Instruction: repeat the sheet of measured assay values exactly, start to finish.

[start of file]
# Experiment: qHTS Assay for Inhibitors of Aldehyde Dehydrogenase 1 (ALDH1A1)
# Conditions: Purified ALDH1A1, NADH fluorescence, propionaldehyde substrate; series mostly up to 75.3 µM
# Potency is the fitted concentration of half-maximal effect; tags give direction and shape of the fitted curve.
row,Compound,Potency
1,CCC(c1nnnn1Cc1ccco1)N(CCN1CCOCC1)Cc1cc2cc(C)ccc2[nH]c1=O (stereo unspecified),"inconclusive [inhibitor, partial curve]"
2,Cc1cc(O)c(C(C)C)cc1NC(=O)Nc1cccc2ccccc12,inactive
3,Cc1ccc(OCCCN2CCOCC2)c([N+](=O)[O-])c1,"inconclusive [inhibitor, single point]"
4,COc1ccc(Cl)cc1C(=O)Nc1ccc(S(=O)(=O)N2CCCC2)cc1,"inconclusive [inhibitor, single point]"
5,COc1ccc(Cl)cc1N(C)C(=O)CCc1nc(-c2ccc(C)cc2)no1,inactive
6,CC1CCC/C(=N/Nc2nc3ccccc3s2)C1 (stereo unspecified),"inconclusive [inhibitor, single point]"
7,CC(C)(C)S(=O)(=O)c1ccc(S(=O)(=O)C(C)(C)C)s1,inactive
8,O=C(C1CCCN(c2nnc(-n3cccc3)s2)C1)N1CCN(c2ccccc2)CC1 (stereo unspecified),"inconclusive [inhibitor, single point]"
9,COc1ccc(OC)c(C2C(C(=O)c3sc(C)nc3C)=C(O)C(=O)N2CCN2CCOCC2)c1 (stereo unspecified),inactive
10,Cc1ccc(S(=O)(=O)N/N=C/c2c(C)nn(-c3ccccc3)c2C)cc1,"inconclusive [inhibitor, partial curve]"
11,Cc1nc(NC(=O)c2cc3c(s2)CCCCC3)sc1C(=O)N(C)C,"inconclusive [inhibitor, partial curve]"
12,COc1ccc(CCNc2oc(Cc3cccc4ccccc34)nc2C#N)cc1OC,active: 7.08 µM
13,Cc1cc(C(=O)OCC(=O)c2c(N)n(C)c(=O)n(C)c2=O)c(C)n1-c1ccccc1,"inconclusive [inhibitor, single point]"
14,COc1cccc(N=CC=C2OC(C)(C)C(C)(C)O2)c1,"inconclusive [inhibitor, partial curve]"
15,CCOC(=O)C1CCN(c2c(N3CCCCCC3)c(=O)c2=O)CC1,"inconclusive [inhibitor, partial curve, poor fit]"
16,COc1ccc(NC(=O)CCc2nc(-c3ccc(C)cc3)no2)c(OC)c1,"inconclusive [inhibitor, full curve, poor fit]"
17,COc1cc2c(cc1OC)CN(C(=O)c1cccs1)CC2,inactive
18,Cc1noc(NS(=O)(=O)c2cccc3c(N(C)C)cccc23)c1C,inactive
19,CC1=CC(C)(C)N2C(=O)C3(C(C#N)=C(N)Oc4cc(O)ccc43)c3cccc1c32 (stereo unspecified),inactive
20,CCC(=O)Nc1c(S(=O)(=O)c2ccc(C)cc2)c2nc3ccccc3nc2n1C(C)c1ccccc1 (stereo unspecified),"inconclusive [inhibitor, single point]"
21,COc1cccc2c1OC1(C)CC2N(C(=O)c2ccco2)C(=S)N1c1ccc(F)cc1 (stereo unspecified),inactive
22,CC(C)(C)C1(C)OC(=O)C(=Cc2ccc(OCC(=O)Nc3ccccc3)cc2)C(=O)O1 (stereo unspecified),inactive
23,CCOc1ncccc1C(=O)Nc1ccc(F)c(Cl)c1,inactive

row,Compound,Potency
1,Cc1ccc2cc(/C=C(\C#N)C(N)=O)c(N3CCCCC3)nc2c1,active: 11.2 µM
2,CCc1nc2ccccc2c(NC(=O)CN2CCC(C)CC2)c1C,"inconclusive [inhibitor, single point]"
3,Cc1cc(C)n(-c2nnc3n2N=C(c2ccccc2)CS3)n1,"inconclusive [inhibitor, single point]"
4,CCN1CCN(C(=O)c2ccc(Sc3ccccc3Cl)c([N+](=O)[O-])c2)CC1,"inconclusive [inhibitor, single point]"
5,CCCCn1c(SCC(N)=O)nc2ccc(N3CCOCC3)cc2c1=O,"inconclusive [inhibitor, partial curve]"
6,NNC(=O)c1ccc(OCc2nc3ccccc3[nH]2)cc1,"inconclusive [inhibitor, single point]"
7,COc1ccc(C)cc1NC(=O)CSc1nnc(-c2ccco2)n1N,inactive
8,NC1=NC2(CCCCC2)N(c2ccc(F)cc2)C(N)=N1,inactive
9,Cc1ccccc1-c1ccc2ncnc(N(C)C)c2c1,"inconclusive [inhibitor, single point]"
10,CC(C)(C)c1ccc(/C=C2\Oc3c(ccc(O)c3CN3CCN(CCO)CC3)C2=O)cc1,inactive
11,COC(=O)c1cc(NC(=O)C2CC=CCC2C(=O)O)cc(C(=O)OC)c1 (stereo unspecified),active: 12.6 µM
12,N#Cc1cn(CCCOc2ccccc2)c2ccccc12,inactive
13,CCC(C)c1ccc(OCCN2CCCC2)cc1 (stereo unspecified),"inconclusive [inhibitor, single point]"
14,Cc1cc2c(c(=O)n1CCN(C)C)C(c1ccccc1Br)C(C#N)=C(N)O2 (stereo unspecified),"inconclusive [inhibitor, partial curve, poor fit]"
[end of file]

# Experiment: qHTS Assay for Inhibitors of Aldehyde Dehydrogenase 1 (ALDH1A1)
# Conditions: Purified ALDH1A1, NADH fluorescence, propionaldehyde substrate; series mostly up to 75.3 µM
# Potency is the fitted concentration of half-maximal effect; tags give direction and shape of the fitted curve.
row,Compound,Potency
1,CCC(c1nnnn1Cc1ccco1)N(CCN1CCOCC1)Cc1cc2cc(C)ccc2[nH]c1=O (stereo unspecified),"inconclusive [inhibitor, partial curve]"
2,Cc1cc(O)c(C(C)C)cc1NC(=O)Nc1cccc2ccccc12,inactive
3,Cc1ccc(OCCCN2CCOCC2)c([N+](=O)[O-])c1,"inconclusive [inhibitor, single point]"
4,COc1ccc(Cl)cc1C(=O)Nc1ccc(S(=O)(=O)N2CCCC2)cc1,"inconclusive [inhibitor, single point]"
5,COc1ccc(Cl)cc1N(C)C(=O)CCc1nc(-c2ccc(C)cc2)no1,inactive
6,CC1CCC/C(=N/Nc2nc3ccccc3s2)C1 (stereo unspecified),"inconclusive [inhibitor, single point]"
7,CC(C)(C)S(=O)(=O)c1ccc(S(=O)(=O)C(C)(C)C)s1,inactive
8,O=C(C1CCCN(c2nnc(-n3cccc3)s2)C1)N1CCN(c2ccccc2)CC1 (stereo unspecified),"inconclusive [inhibitor, single point]"
9,COc1ccc(OC)c(C2C(C(=O)c3sc(C)nc3C)=C(O)C(=O)N2CCN2CCOCC2)c1 (stereo unspecified),inactive
10,Cc1ccc(S(=O)(=O)N/N=C/c2c(C)nn(-c3ccccc3)c2C)cc1,"inconclusive [inhibitor, partial curve]"
11,Cc1nc(NC(=O)c2cc3c(s2)CCCCC3)sc1C(=O)N(C)C,"inconclusive [inhibitor, partial curve]"
12,COc1ccc(CCNc2oc(Cc3cccc4ccccc34)nc2C#N)cc1OC,active: 7.08 µM
13,Cc1cc(C(=O)OCC(=O)c2c(N)n(C)c(=O)n(C)c2=O)c(C)n1-c1ccccc1,"inconclusive [inhibitor, single point]"
14,COc1cccc(N=CC=C2OC(C)(C)C(C)(C)O2)c1,"inconclusive [inhibitor, partial curve]"
15,CCOC(=O)C1CCN(c2c(N3CCCCCC3)c(=O)c2=O)CC1,"inconclusive [inhibitor, partial curve, poor fit]"
16,COc1ccc(NC(=O)CCc2nc(-c3ccc(C)cc3)no2)c(OC)c1,"inconclusive [inhibitor, full curve, poor fit]"
17,COc1cc2c(cc1OC)CN(C(=O)c1cccs1)CC2,inactive
18,Cc1noc(NS(=O)(=O)c2cccc3c(N(C)C)cccc23)c1C,inactive
19,CC1=CC(C)(C)N2C(=O)C3(C(C#N)=C(N)Oc4cc(O)ccc43)c3cccc1c32 (stereo unspecified),inactive
20,CCC(=O)Nc1c(S(=O)(=O)c2ccc(C)cc2)c2nc3ccccc3nc2n1C(C)c1ccccc1 (stereo unspecified),"inconclusive [inhibitor, single point]"
21,COc1cccc2c1OC1(C)CC2N(C(=O)c2ccco2)C(=S)N1c1ccc(F)cc1 (stereo unspecified),inactive
22,CC(C)(C)C1(C)OC(=O)C(=Cc2ccc(OCC(=O)Nc3ccccc3)cc2)C(=O)O1 (stereo unspecified),inactive
23,CCOc1ncccc1C(=O)Nc1ccc(F)c(Cl)c1,inactive

row,Compound,Potency
1,Cc1ccc2cc(/C=C(\C#N)C(N)=O)c(N3CCCCC3)nc2c1,active: 11.2 µM
2,CCc1nc2ccccc2c(NC(=O)CN2CCC(C)CC2)c1C,"inconclusive [inhibitor, single point]"
3,Cc1cc(C)n(-c2nnc3n2N=C(c2ccccc2)CS3)n1,"inconclusive [inhibitor, single point]"
4,CCN1CCN(C(=O)c2ccc(Sc3ccccc3Cl)c([N+](=O)[O-])c2)CC1,"inconclusive [inhibitor, single point]"
5,CCCCn1c(SCC(N)=O)nc2ccc(N3CCOCC3)cc2c1=O,"inconclusive [inhibitor, partial curve]"
6,NNC(=O)c1ccc(OCc2nc3ccccc3[nH]2)cc1,"inconclusive [inhibitor, single point]"
7,COc1ccc(C)cc1NC(=O)CSc1nnc(-c2ccco2)n1N,inactive
8,NC1=NC2(CCCCC2)N(c2ccc(F)cc2)C(N)=N1,inactive
9,Cc1ccccc1-c1ccc2ncnc(N(C)C)c2c1,"inconclusive [inhibitor, single point]"
10,CC(C)(C)c1ccc(/C=C2\Oc3c(ccc(O)c3CN3CCN(CCO)CC3)C2=O)cc1,inactive
11,COC(=O)c1cc(NC(=O)C2CC=CCC2C(=O)O)cc(C(=O)OC)c1 (stereo unspecified),active: 12.6 µM
12,N#Cc1cn(CCCOc2ccccc2)c2ccccc12,inactive
13,CCC(C)c1ccc(OCCN2CCCC2)cc1 (stereo unspecified),"inconclusive [inhibitor, single point]"
14,Cc1cc2c(c(=O)n1CCN(C)C)C(c1ccccc1Br)C(C#N)=C(N)O2 (stereo unspecified),"inconclusive [inhibitor, partial curve, poor fit]"